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Strona Główna Muzyka Klasyczna Ponchielli Amilcare Amilcare Ponchielli - Marion Delorme (2002)

Amilcare Ponchielli - Marion Delorme (2002)

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Amilcare Ponchielli - Marion Delorme (2002)

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Disc: 1
1. Preludio (First Act) 
2. Nr. 1 Scena e duetto, Marion e Saverny E che? Mentre il bel mondo 
3. Nr. 2 Recitativo e romanza, Marion Il vil... 
4. Nr. 3 Scena e duetto, Marion e Didier Mezzanotte e non giunge (Second Act) 
5. Nr. 4 Scena e terzetto - Finale primo, Marion, Didier e Saverny A me soccorso 
6. Nr. 5 coro d'introduzione e stofe non ha che un tempo solo
7. Nr. 6 Scena, Saverny Miei cari, vi saluto 
8. Nr. 7 Scena della sfida e finale secondo Marchese di Saverny ei disse nomarsi 

Disc: 2
1. Nr. 8 Introduzione e scena Venir qui, tel ripeto (Third Act) 
2. Nr. 9 Scena e canzone, Lelio il campo finalmente 
3. Nr. 10 Scena e duetto, Marion e Didier Seguirmi volesti 
4. Nr. 11 Scena ad aria, Saverny Ma dimmi un po' 
5. Nr. 12 Coro dei comici e finale terzo Circondato e il castel
6. Nr. 13 Intermezzo Marcia funebre 	(Fourth Act) 
7. Nr. 14 Recitativo e scena, Marion Ecco... son giunta
8. Nr. 15 Scena, Marion e Laffemas Alcuno... Lui! 
9. Nr. 16 Scena ed aria, Marion Tutto quest'uom può dunque? 
10. Nr. 17 Scena, Didier e Saverny Almen più liberi qui si respira 
11. Nr. 18 Romanza, Didier Ed or si muoia 
12. Nr. 19 Scena e duetto, Marion e Didier Badate ad esser lungi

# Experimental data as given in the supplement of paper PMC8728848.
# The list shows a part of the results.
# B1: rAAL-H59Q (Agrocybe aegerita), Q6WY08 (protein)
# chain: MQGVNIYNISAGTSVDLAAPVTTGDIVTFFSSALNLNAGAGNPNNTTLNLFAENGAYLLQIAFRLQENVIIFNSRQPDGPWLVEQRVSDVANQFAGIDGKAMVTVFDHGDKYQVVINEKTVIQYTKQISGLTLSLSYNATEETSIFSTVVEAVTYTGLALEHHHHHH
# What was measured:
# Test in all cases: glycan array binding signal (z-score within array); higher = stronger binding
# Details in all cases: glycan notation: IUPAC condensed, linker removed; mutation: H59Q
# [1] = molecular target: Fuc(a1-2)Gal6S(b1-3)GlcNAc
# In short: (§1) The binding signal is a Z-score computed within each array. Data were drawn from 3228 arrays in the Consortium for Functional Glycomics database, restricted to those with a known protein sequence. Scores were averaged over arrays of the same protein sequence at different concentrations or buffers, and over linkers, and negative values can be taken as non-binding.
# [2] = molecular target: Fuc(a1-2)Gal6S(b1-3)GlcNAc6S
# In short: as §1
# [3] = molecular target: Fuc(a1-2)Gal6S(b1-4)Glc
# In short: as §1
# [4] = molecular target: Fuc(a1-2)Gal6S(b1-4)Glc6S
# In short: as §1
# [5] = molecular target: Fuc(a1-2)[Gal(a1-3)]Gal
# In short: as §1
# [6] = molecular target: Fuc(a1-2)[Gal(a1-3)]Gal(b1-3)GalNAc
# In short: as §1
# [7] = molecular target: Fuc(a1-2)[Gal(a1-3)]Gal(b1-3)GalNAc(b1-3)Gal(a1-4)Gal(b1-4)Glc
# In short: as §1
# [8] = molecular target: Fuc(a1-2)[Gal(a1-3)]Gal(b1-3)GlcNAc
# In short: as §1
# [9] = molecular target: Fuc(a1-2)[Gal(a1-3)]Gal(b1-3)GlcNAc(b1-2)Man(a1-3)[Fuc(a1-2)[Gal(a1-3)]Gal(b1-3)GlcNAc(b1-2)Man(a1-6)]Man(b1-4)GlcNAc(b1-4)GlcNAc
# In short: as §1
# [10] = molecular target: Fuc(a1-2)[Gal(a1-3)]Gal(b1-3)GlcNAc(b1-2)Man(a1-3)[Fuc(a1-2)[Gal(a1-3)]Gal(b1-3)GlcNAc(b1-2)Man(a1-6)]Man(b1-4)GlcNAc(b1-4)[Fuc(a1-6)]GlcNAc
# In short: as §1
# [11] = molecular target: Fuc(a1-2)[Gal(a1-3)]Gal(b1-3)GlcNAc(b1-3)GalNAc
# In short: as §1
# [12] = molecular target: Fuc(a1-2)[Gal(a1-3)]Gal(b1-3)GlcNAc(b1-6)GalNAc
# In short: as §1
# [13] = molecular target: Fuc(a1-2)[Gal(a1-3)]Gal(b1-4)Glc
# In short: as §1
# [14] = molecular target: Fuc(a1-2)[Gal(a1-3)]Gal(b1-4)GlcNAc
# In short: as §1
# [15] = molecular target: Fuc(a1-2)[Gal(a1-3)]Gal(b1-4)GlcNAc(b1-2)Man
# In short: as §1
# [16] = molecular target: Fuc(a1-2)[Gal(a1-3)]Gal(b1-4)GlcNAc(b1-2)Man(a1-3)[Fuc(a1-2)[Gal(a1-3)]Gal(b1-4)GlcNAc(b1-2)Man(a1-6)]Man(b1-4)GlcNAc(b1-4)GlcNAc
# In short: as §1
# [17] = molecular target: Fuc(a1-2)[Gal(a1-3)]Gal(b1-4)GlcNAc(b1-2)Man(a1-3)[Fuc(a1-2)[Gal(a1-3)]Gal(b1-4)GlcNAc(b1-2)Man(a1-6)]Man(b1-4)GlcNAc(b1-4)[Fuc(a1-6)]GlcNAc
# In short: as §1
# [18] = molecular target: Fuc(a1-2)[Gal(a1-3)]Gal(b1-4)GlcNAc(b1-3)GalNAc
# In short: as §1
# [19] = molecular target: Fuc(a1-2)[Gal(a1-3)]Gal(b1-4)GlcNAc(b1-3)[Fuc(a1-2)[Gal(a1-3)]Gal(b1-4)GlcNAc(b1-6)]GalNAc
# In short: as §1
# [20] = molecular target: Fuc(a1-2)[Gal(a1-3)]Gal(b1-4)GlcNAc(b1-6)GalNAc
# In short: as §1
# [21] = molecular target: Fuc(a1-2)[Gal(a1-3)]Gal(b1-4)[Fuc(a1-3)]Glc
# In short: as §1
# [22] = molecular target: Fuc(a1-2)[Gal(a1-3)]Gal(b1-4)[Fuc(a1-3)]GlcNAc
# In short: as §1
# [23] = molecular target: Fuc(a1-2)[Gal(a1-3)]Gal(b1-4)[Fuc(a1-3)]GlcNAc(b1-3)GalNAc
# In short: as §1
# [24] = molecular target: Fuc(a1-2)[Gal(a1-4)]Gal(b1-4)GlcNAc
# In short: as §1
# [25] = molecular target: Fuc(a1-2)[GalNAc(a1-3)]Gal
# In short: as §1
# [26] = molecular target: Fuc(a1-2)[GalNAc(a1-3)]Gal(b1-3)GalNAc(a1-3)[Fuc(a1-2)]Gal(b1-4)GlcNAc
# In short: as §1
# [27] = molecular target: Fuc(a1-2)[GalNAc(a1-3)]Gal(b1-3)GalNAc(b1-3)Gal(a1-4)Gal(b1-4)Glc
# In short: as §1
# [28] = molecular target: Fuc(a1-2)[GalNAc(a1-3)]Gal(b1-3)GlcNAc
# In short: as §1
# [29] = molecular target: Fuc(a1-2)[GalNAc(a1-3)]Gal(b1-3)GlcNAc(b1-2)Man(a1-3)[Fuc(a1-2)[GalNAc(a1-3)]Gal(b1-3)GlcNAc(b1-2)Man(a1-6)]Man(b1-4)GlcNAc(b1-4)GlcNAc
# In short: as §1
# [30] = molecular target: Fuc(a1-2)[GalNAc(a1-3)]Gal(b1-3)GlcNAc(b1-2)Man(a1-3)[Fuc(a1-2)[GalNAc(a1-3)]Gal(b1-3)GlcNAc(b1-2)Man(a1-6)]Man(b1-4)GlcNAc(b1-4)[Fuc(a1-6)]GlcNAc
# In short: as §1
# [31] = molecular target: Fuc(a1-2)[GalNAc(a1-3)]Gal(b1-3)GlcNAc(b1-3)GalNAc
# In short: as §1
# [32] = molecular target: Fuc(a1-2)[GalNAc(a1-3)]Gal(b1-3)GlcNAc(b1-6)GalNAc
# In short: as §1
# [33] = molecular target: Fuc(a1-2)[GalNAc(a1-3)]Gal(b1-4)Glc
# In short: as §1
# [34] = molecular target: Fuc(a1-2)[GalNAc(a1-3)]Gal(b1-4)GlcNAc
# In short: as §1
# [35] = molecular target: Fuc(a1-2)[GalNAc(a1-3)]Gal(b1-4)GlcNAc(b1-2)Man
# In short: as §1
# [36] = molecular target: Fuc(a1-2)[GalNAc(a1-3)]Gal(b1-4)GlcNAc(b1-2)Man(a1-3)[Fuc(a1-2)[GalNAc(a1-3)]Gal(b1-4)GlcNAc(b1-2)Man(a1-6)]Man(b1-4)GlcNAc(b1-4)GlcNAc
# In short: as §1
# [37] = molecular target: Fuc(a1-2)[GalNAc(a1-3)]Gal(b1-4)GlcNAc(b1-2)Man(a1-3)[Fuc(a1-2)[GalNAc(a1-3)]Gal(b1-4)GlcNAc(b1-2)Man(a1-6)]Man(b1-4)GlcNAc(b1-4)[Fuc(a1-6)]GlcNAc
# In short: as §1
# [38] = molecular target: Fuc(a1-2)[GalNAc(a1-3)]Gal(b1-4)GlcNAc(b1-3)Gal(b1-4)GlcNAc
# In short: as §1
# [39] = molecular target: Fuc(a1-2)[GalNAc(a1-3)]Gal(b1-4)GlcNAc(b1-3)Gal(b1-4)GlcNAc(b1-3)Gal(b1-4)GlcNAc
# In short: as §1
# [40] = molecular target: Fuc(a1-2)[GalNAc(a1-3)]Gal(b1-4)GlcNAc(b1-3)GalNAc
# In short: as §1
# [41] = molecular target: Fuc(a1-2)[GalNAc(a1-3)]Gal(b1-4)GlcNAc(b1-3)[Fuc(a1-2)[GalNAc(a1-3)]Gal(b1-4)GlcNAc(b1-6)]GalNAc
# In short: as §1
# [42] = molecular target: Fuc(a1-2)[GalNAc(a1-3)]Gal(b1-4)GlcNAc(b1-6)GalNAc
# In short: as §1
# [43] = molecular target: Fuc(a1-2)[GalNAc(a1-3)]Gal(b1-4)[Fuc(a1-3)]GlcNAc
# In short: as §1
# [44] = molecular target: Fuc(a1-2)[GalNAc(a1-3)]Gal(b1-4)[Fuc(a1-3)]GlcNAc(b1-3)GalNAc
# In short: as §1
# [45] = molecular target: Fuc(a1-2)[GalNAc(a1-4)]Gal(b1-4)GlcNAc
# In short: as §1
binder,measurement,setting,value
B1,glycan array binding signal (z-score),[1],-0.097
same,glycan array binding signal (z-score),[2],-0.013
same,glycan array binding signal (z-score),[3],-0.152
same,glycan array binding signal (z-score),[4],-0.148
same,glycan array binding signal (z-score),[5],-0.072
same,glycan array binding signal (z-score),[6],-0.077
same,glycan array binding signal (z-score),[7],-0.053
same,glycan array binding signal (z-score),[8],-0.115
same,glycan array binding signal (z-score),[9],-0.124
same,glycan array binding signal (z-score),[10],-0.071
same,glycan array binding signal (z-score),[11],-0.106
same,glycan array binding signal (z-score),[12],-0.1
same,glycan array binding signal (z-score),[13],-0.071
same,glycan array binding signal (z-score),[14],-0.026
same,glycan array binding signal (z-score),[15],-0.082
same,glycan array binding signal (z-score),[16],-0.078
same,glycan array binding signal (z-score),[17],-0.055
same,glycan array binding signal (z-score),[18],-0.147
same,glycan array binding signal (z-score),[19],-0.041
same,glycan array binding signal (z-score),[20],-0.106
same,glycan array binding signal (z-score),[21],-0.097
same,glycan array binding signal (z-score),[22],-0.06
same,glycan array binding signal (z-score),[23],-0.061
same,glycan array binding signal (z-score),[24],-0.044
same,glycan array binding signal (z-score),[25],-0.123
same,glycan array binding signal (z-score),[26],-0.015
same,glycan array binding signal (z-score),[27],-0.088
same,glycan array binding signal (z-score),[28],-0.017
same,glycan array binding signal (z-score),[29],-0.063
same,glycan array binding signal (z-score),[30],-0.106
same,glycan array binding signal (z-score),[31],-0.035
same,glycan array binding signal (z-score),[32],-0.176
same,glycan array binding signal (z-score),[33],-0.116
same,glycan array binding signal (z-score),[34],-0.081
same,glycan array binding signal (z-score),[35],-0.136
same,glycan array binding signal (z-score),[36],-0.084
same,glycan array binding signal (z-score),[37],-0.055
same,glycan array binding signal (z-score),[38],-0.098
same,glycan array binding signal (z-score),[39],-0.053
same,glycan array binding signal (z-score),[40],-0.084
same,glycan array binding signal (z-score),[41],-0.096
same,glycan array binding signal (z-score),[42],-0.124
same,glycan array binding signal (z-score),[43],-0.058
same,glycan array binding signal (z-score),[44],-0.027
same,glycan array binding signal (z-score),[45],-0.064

13. Nr. 20 Scena e finale ultimo Ah! l'ora scorse 

Denia Mazzola-Gavazzeni (soprano) - Marion Delorme
Francisco Casanova (tenor) - Didier
Dalibor Jenis (baritone) - Il Marchese di Saverny
Carlo Cigni (bass) - Il Signor di Laffemas
Franck Bard (bass) - Brichanteau
Hervé Martin (bass) - Un capitaine, un geólier
Francesca Provvisionato (mezzo-soprano) – Lelio

Montpellier Opera Chorus, Latvian Radio Chorus
Montpellier National Orchestra
Friedemann Layer – conductor


History may have sided with the critics and abandoned a melodrama that was undoubtedly old-fashioned in 1885, but the first audiences at La Scala took Ponchielli’s last opera Marion Delorme to their hearts. So congratulations to Friedemann Layer for this enterprising concert performance. Enrico Golisciani’s libretto must shoulder some of the blame for Marion’s brief stage life. Verses hacked out of an unforgiving chunk of history-drama by Victor Hugo adorn a dizzyingly complicated plot that circles a love triangle between the courtesan Delorme, her new young lover Didier and an old flame, the Marquis de Saverny, set at a time when Cardinal Richelieu was the effective ruler of France. Denia Mazzola-Gavazzeni is a magnetic Marion, even when she pushes her voice in uncomfortable directions. And if Francisco Casanova is more a full-throated tenor than a carefully characterised young lover then that’s the fault of the song not the singer. The Verdian echoes that run through this score are quickly forgiven: homage to Aida, Otello and even the great friendship duet for Posa and Carlos in Don Carlos when Didier and Dalibor Jenis’s Saverny are on their way to the scaffold for illegal duelling. However, in the last act, Ponchielli is his own musician. The simple funeral march that threads its way through the denouement has the mark of death upon it, and if the verses for the tenor’s last aria, ‘Silenzio e tenebre’, are toe-curlingly awful, this is a composer who could always summon up a good tune when required. The problem was that by the 1880s Verdi had taught the world that it took more than melody to make Italian opera grand. ---Christopher Cook, classical-music.com